Thursday, May 1, 2014

Return to the Southwest - Part I: The Landscape

   Recently I traveled solo to the deserts of the Southwest, one of my favorite places to photograph. I started in western Utah near Kanarraville and began heading west towards Page. The primary purpose of the trip was to visit some slot canyons I had not yet explored, and revisit some I have shot in the past. Slot canyons are best photographed on clear days, so that the full sun produces reflected light on the sandstone of the canyon walls. I hoped everyday, therefore, for clear skies during the day, and dramatic clouds at sunrise and sunset; my favorite for creating dramatic landscape imagery. While I spent several days exploring the slots, I frequently drove two hours or more to reach a location to camp for the night, and hope for dramatic conditions. While the slot canyons were the highlight of the trip, camping alone in some of these remote areas was a priceless experience. Sufficed to say, I got burned on more sunrise/sunsets than I care to recall, but such is the nature of landscape photography. I did visit some amazing locations (some with no photos to share, unfortunately, but I'll definitely keep going back until the conditions are right).

   The first night I spent along the Paria River, with unique painted hills similar to the Painted Desert in Arizona.

"Painted" - Prints Available

   Another area I have been to before and enjoy visiting is the Vermillion Cliffs wilderness. A long off-road drive with a 4WD capable vehicle is required, but the reward is beyond words. An alien-like landscape with countless photographic compositions awaits. When I visited here in 2011, my two buddies and I were the only ones there. This time, there were at least 15 other people camped out, most of whom were other photographers. This place is becoming more well known, and more crowded each year. I have yet to experience explosive skies here, and there are many compositions I have found that I intend to explore again in the coming years.

"Survivor" - Prints Available

   While in the area, I was lucky enough to acquire a ticket to hike Coyote Buttes North, otherwise known as "The Wave." This oft-photographed location is limited by the state to just 20 visitors per day. A three mile hike through the desert brings you to "The Wave," a small, but unique sandstone formation with swirls of colorful sandstone.

"The Wave" - Prints Available

   Just a short hike uphill is another "wave," one more visually appealing in my opinion. Many people don't stick around in a place where the only refuge from the mid day sun is a shadow created by a small rock. Just before sunset, however, one's patience is rewarded as the warm glow illuminates this sandstone in soft light just before the sun sets below the horizon.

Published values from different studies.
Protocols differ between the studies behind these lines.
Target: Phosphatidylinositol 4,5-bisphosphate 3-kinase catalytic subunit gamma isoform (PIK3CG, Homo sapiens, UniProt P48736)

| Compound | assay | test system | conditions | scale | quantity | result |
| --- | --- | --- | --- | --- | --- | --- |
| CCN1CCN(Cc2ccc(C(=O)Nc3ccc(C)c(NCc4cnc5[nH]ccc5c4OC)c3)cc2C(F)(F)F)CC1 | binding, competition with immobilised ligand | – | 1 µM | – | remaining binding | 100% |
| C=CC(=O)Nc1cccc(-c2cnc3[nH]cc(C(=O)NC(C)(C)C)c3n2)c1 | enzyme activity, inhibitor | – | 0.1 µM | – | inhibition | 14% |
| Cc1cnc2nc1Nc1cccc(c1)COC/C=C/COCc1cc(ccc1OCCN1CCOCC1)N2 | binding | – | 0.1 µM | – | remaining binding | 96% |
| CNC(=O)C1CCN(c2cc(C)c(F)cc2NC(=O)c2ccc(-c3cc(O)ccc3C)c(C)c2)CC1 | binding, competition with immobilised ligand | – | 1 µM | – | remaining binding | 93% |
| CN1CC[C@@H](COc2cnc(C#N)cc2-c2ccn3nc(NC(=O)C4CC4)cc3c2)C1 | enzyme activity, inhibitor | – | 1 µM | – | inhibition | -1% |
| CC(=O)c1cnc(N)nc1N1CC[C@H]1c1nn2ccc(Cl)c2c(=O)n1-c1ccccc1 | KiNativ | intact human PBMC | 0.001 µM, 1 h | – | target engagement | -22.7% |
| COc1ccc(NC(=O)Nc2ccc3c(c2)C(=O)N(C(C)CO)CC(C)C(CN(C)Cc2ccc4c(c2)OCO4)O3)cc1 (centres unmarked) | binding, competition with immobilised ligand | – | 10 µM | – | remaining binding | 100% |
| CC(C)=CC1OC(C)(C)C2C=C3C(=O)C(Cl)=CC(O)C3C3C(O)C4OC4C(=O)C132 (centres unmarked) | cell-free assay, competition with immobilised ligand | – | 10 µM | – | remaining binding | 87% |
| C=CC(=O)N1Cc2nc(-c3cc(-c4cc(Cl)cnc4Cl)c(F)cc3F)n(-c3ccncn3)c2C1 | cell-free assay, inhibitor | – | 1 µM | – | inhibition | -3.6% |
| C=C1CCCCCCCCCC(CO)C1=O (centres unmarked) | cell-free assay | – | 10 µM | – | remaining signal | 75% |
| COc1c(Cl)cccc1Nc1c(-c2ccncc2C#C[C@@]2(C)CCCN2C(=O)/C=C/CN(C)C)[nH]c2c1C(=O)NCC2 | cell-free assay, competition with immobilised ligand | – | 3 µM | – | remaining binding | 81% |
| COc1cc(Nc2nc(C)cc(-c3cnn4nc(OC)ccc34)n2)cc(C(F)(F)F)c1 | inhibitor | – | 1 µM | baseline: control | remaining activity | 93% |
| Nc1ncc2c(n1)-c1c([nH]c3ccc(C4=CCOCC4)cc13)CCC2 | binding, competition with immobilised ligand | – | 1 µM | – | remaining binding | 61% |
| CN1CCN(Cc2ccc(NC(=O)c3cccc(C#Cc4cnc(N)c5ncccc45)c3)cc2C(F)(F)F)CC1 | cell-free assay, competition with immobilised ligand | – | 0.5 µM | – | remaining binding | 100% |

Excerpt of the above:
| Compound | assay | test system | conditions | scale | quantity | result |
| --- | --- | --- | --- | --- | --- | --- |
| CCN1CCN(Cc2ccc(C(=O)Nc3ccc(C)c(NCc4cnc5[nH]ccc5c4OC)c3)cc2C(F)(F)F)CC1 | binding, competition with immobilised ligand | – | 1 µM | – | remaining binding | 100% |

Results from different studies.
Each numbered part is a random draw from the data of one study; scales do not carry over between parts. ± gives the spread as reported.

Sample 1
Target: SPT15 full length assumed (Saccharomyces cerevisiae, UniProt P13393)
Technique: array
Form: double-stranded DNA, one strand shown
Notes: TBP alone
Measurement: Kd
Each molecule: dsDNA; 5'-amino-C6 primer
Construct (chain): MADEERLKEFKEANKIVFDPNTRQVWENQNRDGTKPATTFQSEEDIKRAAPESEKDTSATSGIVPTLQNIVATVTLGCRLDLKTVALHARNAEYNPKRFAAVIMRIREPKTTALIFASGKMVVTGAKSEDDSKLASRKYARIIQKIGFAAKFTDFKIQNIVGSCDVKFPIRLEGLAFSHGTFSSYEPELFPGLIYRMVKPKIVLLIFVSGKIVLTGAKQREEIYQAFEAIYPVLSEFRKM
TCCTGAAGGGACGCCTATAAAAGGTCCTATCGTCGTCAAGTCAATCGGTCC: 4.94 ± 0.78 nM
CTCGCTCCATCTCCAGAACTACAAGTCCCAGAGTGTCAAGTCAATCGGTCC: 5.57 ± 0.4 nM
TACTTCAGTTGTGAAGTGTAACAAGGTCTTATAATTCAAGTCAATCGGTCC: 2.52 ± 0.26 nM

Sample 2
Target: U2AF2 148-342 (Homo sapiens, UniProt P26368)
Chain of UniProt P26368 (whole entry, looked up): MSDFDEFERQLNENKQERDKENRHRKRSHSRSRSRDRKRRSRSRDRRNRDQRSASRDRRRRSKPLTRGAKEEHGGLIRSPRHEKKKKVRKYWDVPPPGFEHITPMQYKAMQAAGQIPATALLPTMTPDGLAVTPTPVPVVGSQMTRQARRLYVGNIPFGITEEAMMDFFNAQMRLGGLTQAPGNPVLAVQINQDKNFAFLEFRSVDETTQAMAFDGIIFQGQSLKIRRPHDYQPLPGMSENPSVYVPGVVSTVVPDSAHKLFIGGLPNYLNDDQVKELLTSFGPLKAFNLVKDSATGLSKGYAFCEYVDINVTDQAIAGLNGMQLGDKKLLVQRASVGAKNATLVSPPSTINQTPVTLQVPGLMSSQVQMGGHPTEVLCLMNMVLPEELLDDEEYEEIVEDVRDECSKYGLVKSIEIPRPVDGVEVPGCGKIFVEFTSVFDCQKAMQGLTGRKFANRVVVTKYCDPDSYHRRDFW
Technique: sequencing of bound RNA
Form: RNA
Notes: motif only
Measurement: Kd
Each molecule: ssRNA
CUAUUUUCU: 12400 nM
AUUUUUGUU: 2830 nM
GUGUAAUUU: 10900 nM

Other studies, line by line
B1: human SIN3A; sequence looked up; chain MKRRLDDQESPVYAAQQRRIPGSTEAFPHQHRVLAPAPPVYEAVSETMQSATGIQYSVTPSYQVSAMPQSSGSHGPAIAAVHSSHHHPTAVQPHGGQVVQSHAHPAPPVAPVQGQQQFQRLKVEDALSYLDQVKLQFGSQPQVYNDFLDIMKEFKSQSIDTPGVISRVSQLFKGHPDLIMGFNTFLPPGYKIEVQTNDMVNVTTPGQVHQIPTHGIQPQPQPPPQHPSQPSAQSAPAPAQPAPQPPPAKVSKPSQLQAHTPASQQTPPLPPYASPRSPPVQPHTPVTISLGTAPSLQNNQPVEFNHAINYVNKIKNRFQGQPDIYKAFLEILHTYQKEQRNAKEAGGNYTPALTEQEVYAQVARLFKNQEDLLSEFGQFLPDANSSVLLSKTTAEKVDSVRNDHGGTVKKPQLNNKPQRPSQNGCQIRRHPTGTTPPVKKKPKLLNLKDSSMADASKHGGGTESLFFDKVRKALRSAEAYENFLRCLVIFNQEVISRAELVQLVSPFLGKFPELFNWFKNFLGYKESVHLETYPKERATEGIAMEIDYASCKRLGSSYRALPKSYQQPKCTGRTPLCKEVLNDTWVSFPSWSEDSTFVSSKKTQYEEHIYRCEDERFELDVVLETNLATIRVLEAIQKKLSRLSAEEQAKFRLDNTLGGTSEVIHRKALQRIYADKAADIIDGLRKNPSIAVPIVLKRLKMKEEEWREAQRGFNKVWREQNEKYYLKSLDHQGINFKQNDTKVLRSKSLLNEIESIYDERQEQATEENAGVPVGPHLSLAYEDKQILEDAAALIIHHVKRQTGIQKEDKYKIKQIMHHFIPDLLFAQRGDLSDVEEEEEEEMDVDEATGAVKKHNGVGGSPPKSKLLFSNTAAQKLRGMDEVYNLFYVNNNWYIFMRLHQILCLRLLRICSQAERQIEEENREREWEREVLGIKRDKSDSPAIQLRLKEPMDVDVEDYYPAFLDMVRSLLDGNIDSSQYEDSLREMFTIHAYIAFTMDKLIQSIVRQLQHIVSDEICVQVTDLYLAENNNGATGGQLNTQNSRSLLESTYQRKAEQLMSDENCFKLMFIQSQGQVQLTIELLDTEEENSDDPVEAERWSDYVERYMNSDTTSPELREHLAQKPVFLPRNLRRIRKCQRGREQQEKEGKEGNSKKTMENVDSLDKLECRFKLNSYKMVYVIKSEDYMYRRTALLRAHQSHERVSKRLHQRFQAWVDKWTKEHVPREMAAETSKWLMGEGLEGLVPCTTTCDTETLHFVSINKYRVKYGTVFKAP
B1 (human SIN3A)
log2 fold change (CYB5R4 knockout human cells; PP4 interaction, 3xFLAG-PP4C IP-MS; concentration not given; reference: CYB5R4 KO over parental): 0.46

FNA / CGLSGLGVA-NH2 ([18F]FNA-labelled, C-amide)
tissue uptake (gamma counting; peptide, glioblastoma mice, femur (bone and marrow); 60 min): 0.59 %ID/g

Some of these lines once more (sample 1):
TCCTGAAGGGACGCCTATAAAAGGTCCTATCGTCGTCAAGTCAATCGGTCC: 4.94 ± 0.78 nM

"Encore" - Prints Available

   The opportunity exists for countless intimate compositions, isolating interesting patterns of sandstone as well.

"Opposing" - Prints Available

"Bending the Line" - Prints Available

   My most successful landscape photos happened at Stud Horse Point, just outside Page, Arizona. One particular day I got an incredible show of light. Stud Horse point is an oft-photographed location, both because of its visual interest, and because it is readily accessible, just a short drive outside Page, Arizona. I drove there mid afternoon one day, but had no data access prior to check the weather conditions. There were 40mph winds all afternoon, progressing into the early evening. Being that it was my first time to the area, I did some scouting, but ended up having to seek refuge in my car from time to time after getting blasted with sand in those strong winds. In doing so, I missed a brief rainbow (shucks), but late in the afternoon noticed a wonderful Virga formation in the sky.

"Sheltered" - Prints Available

   As the afternoon progressed towards sunset, the winds were unrelenting. There were a lot of clouds, but a clear break towards the west at the horizon. So I knew that something special would happen at sunset. As soon as the sun went down, the sky exploded with under lighting. I shot multiple compositions over the course of the 15 minutes or so the sky was on fire, constantly changing and shooting towards the color as best I could. Several photos worked out well, but none as good as this one.

"Together Alone" - Prints Available

   It was truly spectacular to witness these changing conditions (on my birthday no less). Around 8pm the winds subsided, and I slept at Stud Horse Point without another soul around for miles. The sky cleared overnight, giving me my second wish of clear skies for shot canyon photography the following day.

Stay tuned for Return to the Southwest Part II: Slot Canyons, to be released on my blog next week.

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